Atomic Heart has a great aesthetic in search of a more interesting game

I think it was the second time Atomic Heart’s (opens in new tab) protagonist uttered his quasi-catch phrase—a flabbergasted “Crispy critters!”—that I began to worry that my hopes for the game had been misplaced. An FPS with RPG elements and a lot of immersive sim inspiration, it’s been one of the most intriguing games on my radar ever since its first trailer dropped back in 2018 (opens in new tab), echoing BioShock, Stalker, Nier—basically everything pensive, ambitious, and weird—and locating it all in a retro-future Soviet utopia-gone-awry. Even the soundtrack for those trailers, featuring some of the most potent deployments of Alla Pugacheva (opens in new tab) Since the fall of the Berlin Wall, it seemed to promise something that was self-assured and interesting. But having gotten some hands-on time with it, I’m worried Atomic Heart might not be very interesting at all.

Pretty vacant

Let’s start with the good stuff: Atomic Heart looks great. Imagine the pomaded, pearly-toothed optimism that we associate with the 1950s USA in our own reality, and transplant it into a world of towering Stalinist skyscrapers and cloyingly-helpful robots. A technological revolution has turned the USSR into a seemingly-uncontested global hegemon in the game’s version of 1955, and everyone’s having a grand old time while an android workforce—whose designs range from standard uncanny valley humanoid fare to shambling, pot-bellied things reminiscent of that 2005 Hitchhiker’s Guide to the Galaxy (opens in new tab) film—does all the actual labour. The trailers weren’t lying, the game really is impressively visually creative.

(Image credit: Mundfish)

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But as exciting as Atomic Heart looks, I never got the impression the game was ever going to find much to actually say about a lot of this stuff. As a game from a Russian studio that draws obvious inspiration from BioShock, I’d gone into Atomic Heart with high hopes for some unique historical reflection. But outside of a few stale social credits (opens in new tab) jokes, the game never really seems to have much interest in the actual Soviet Union as anything other than a source of immediately-recognizable visual weirdness. Well, Pogodi! (opens in new tab) plays in the game’s save rooms (an oddly Resident Evil-ish touch) and random Soviet propaganda posters deck the ruined halls of facility 3826 (opens in new tab), but they only feel like easter eggs for those of us nerdy enough to care. From what I’ve played, it’s disappointingly uninterested in historical Soviet socialism.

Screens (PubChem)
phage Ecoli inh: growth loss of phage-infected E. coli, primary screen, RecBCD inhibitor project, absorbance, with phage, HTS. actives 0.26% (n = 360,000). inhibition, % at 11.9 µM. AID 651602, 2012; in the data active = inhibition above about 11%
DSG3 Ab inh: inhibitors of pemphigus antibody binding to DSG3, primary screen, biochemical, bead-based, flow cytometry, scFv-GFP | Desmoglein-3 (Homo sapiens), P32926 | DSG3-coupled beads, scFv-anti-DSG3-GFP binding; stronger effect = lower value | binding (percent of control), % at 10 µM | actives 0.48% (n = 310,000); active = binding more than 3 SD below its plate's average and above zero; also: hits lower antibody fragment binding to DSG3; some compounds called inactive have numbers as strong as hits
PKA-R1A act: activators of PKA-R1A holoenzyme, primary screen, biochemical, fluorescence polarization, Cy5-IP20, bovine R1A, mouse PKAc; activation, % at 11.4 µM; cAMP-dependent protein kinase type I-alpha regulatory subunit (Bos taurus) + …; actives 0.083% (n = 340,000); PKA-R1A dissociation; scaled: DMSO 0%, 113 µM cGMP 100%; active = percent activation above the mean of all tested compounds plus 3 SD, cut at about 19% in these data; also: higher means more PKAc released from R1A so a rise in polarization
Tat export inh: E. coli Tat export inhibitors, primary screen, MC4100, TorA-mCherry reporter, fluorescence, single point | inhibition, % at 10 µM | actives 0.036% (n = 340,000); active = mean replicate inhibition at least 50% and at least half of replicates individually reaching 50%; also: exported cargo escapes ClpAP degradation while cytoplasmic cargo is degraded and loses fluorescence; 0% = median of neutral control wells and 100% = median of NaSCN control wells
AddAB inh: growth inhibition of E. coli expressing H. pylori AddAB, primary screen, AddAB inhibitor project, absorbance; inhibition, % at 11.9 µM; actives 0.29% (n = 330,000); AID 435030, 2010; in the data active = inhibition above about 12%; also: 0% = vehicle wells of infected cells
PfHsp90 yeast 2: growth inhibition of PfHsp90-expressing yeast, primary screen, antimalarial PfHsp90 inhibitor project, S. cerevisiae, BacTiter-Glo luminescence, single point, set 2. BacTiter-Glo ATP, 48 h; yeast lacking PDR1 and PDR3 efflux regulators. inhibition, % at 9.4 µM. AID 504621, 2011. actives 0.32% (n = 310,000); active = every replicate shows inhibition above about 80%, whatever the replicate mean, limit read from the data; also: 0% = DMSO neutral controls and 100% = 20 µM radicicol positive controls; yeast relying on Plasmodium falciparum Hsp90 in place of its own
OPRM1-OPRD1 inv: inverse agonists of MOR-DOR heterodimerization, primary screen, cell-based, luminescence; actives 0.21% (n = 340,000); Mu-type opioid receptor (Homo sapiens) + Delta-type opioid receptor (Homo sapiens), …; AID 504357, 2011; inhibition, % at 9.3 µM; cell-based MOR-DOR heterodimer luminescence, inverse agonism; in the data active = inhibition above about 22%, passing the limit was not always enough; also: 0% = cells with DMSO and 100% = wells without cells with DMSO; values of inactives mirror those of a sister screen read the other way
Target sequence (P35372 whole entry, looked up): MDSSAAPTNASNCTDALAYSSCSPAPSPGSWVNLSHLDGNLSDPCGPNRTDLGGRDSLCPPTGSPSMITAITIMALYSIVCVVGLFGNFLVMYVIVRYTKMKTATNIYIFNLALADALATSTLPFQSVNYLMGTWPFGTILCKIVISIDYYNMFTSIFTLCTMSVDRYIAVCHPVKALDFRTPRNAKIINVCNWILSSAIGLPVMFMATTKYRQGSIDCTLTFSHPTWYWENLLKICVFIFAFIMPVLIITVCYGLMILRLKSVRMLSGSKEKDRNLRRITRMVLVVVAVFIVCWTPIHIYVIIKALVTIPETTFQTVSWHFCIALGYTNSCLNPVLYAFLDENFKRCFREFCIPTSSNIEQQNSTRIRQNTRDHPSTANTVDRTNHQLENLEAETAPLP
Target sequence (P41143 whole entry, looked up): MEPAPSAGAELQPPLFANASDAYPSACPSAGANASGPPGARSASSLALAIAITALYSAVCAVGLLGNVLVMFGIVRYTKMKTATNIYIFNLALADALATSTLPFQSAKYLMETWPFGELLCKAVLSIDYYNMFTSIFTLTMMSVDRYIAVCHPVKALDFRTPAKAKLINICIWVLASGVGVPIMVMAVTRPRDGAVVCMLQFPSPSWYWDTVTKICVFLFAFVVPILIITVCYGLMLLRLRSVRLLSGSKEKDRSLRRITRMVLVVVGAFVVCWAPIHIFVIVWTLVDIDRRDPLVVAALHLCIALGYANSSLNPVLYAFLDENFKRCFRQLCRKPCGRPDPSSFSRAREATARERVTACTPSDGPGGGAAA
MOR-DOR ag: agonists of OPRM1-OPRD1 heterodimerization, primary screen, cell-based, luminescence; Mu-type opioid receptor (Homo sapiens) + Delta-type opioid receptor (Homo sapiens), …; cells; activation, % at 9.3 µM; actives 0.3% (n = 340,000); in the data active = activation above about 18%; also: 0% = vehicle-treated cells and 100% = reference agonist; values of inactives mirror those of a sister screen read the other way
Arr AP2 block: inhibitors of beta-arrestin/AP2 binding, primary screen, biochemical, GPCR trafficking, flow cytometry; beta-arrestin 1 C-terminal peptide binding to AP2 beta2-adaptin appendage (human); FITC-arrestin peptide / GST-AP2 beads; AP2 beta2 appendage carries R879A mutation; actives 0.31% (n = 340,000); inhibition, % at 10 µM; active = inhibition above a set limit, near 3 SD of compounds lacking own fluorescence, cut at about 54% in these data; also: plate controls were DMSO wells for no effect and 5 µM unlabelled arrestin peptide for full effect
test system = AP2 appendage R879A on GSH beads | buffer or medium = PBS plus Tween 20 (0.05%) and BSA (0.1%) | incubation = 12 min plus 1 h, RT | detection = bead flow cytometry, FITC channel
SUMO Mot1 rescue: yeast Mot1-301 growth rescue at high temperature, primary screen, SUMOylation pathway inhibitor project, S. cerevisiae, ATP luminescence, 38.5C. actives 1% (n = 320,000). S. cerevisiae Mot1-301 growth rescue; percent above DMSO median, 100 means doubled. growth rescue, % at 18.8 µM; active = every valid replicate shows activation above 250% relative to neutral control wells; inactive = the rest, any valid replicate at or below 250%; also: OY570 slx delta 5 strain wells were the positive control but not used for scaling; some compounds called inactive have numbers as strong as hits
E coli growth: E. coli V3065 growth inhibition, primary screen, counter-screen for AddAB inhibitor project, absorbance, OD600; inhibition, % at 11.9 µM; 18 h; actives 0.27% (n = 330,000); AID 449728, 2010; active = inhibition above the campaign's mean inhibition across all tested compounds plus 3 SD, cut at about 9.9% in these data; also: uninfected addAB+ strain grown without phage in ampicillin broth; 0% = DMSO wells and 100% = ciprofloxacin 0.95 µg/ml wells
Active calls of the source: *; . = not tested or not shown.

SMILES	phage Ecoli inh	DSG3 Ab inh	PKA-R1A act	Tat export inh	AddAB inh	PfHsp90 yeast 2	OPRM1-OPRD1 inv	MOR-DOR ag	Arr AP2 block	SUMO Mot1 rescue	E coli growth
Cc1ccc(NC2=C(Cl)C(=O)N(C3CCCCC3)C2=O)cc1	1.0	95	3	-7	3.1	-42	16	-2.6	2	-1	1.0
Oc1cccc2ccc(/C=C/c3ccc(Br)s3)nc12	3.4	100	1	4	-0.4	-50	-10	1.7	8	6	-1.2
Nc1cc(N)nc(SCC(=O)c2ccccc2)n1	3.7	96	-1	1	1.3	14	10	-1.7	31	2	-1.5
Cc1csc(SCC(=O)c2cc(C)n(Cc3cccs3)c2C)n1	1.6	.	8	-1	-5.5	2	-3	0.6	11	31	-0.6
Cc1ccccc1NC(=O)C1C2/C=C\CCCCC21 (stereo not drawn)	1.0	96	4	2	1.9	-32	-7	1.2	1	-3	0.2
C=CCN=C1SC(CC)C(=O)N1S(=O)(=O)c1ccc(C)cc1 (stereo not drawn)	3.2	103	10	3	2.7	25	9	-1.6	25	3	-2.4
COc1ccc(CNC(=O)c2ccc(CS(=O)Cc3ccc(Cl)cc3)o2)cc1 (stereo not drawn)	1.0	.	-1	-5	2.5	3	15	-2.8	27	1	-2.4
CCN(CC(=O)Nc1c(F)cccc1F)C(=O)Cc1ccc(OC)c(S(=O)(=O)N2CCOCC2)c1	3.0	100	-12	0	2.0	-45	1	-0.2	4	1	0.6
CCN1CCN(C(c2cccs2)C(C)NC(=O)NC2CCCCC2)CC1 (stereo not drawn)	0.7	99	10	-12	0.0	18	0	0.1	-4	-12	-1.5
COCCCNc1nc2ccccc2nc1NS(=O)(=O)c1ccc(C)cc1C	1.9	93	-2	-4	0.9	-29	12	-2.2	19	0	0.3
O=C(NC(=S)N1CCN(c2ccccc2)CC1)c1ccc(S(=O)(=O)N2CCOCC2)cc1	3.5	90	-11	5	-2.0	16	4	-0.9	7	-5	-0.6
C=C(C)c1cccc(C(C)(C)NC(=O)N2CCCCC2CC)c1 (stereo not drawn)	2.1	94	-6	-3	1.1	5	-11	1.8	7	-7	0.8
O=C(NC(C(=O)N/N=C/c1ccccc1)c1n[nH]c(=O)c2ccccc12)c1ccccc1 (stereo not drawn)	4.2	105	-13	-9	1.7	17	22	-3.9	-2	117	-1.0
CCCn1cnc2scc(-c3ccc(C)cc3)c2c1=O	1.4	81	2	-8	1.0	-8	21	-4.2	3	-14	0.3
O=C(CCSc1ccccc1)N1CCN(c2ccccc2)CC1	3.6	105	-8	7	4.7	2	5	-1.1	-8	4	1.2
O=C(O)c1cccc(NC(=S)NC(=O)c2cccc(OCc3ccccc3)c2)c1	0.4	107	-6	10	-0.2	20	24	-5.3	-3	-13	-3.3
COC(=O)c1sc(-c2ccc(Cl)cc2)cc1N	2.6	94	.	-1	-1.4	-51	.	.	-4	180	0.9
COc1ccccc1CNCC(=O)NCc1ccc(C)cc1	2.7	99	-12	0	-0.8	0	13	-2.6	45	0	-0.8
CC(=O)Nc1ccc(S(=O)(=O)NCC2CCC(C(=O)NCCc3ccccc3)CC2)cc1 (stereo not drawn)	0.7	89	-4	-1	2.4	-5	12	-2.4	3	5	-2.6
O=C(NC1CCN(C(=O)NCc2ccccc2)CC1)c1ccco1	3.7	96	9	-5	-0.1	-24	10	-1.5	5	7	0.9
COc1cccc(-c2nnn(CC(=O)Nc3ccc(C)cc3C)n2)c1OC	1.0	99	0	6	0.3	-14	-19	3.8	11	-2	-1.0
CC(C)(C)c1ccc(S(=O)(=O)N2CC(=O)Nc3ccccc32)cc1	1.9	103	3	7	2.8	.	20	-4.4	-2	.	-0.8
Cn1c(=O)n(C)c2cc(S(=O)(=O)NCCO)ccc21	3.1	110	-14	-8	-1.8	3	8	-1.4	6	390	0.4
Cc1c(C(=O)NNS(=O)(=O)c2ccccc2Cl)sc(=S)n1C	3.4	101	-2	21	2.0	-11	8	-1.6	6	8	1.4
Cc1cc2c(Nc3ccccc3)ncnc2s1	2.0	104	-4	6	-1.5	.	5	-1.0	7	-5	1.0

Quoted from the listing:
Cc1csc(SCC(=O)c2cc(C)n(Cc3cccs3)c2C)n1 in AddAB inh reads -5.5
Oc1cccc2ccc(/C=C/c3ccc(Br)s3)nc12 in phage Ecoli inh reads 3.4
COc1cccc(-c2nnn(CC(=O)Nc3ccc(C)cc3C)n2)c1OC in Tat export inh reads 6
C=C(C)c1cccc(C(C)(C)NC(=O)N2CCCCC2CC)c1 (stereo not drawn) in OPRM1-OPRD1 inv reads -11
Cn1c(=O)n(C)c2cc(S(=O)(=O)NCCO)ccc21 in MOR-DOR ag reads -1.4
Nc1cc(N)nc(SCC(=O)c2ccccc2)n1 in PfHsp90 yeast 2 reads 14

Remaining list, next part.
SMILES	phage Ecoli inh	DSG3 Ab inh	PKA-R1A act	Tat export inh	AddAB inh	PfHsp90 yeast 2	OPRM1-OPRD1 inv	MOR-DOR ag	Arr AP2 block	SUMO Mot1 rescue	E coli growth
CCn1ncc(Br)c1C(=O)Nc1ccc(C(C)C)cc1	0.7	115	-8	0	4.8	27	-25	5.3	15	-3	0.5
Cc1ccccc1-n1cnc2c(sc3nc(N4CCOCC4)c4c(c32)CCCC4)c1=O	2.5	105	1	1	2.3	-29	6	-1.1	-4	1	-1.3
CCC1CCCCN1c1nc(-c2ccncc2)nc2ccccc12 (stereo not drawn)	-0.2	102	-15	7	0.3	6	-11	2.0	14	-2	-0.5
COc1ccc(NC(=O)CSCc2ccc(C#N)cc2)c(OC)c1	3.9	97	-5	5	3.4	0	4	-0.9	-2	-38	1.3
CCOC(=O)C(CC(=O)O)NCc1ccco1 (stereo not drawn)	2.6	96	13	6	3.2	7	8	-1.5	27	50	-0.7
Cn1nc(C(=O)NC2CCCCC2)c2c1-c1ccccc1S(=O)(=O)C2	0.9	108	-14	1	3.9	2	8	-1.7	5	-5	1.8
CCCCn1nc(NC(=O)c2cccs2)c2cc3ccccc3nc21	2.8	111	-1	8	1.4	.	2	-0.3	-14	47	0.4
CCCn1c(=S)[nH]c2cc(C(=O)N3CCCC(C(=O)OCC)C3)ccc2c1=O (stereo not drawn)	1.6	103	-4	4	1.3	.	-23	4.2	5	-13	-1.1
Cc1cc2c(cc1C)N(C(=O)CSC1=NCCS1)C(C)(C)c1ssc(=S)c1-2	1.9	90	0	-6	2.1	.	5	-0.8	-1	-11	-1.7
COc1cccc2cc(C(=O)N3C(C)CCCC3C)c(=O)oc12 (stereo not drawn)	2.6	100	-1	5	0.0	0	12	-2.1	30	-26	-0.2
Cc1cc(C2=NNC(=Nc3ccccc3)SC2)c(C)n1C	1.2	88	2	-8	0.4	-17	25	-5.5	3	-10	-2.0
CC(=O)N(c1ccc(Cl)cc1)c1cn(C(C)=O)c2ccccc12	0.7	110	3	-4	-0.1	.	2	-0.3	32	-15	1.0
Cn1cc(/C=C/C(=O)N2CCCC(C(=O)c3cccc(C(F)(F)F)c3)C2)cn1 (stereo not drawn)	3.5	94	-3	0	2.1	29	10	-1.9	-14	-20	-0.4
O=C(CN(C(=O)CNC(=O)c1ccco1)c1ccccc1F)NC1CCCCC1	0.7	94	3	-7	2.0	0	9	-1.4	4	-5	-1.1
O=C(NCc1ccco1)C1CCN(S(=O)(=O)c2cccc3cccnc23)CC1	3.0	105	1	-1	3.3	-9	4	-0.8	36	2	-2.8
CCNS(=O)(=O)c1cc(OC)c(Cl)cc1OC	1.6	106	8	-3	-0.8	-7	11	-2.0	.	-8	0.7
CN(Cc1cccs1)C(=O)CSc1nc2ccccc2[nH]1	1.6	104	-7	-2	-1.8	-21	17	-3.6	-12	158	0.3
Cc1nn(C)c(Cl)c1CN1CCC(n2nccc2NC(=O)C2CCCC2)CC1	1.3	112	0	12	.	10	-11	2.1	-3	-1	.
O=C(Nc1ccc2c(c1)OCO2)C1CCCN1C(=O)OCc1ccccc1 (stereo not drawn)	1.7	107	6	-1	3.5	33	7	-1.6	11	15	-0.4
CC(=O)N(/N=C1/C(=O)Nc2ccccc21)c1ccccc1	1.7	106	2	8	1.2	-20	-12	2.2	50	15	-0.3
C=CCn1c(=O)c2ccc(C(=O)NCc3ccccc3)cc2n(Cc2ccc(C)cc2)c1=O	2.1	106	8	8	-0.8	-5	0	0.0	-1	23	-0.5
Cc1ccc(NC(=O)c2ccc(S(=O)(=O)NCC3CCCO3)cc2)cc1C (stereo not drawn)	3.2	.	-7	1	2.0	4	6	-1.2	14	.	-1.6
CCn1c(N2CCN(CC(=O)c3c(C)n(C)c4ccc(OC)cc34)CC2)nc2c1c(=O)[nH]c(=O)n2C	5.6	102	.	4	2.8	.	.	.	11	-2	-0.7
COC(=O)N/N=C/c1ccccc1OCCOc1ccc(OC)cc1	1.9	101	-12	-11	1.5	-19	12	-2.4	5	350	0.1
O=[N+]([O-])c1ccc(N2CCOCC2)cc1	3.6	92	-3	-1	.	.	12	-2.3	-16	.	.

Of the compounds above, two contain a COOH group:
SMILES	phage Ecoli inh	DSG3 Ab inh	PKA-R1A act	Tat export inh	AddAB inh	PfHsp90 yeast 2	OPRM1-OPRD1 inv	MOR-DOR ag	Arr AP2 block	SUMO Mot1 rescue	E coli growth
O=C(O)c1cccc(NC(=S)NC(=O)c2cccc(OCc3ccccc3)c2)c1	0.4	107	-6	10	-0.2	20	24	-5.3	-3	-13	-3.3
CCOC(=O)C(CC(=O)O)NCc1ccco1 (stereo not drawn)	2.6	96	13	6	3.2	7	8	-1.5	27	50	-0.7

It’s interested in comedy, though, which I can’t say I was expecting. Whether it’s the rocket-launcher-toting grandma or the tediously horny weapons upgrade robot that turns every interaction into an extended gag about ‘inserting’ materials, Atomic Heart is inescapably zany. A lot of the humor comes from the player character, Major Nechaev, and his AI companion Charles. The pair have a kind of comedy double-act thing going on, with Charles the exasperated straight man to Nechaev’s quippy protagonist. Before I was even five minutes into playing, I innocently interacted with a phone booth and was baffled to find myself engaged in a scene in which Nechaev asked a stranger on the other end of the line if they had Prince Albert in a can. Charles wasn’t amused.

An image of Nechaev and Granny Zina from Atomic Heart.

(Image credit: Mundfish)

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Well, Pogodi! plays in the game’s save rooms and random soviet propaganda posters deck the ruined halls of facility 3826, but they only feel like easter eggs for those of us nerdy enough to care

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